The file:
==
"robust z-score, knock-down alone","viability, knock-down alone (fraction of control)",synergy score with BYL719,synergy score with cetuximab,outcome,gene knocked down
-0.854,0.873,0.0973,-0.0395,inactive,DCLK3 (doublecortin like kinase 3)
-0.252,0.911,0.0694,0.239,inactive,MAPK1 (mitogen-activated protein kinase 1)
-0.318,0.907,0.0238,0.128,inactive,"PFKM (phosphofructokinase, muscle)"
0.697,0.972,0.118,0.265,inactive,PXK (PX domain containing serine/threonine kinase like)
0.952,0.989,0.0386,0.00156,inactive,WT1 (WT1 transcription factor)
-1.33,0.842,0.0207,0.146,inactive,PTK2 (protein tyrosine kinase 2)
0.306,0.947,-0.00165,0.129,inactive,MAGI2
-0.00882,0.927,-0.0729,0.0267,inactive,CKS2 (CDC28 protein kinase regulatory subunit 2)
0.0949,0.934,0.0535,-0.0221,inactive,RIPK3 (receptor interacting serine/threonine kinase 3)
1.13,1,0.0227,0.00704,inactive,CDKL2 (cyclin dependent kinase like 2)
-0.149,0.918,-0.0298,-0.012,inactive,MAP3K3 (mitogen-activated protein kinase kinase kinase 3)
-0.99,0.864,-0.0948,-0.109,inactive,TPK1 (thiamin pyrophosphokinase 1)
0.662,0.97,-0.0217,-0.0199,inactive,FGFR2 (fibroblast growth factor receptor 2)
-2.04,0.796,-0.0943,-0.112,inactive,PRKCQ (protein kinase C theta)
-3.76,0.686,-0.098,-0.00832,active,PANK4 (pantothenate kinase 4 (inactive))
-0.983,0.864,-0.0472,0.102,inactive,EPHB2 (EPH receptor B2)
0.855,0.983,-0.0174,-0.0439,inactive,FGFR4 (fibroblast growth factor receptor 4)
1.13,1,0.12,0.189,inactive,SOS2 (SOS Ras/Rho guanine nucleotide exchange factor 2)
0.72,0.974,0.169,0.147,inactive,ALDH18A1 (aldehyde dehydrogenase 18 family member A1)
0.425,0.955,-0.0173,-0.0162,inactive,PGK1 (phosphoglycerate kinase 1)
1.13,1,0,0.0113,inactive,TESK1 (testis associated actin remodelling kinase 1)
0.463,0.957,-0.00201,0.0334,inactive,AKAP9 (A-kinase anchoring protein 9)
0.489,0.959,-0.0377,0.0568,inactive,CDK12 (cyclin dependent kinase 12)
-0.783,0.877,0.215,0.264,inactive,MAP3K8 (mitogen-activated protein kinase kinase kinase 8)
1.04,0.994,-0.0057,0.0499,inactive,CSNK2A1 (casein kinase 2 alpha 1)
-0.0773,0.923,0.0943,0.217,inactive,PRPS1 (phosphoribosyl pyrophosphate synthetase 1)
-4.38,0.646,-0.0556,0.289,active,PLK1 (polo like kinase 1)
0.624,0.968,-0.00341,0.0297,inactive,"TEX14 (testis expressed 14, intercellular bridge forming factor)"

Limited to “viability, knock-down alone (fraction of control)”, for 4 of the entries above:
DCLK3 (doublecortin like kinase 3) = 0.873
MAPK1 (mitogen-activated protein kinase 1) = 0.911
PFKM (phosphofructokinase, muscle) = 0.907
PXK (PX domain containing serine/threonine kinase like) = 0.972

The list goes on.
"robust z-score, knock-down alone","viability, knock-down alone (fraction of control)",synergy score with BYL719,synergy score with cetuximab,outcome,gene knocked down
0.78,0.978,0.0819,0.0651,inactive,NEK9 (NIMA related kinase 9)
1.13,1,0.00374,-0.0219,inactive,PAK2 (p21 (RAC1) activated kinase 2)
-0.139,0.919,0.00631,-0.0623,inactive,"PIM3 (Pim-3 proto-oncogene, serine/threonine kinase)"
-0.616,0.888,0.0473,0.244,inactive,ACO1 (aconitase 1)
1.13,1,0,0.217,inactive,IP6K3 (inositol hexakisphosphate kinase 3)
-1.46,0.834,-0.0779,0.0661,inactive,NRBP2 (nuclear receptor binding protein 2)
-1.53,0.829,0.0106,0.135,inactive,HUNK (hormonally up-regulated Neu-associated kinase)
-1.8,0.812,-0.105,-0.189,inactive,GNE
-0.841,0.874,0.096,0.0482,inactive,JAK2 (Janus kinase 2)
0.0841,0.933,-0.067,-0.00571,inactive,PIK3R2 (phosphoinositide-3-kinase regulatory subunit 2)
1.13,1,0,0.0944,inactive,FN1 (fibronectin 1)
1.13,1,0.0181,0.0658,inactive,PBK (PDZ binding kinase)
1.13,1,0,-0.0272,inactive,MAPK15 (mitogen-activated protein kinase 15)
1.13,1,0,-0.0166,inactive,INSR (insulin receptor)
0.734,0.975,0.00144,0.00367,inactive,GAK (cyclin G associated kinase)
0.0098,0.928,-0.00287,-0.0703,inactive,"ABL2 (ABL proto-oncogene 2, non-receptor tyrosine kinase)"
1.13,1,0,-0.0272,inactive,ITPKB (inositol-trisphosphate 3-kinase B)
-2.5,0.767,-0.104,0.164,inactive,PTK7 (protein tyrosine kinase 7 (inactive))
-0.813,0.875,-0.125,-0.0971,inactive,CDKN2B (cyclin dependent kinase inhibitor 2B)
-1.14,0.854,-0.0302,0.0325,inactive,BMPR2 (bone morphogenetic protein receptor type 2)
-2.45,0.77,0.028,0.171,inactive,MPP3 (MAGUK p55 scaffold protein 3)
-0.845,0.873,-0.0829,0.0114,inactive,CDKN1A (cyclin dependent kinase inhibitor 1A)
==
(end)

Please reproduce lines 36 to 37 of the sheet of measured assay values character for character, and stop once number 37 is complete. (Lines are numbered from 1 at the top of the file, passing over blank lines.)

"robust z-score, knock-down alone","viability, knock-down alone (fraction of control)",synergy score with BYL719,synergy score with cetuximab,outcome,gene knocked down
0.78,0.978,0.0819,0.0651,inactive,NEK9 (NIMA related kinase 9)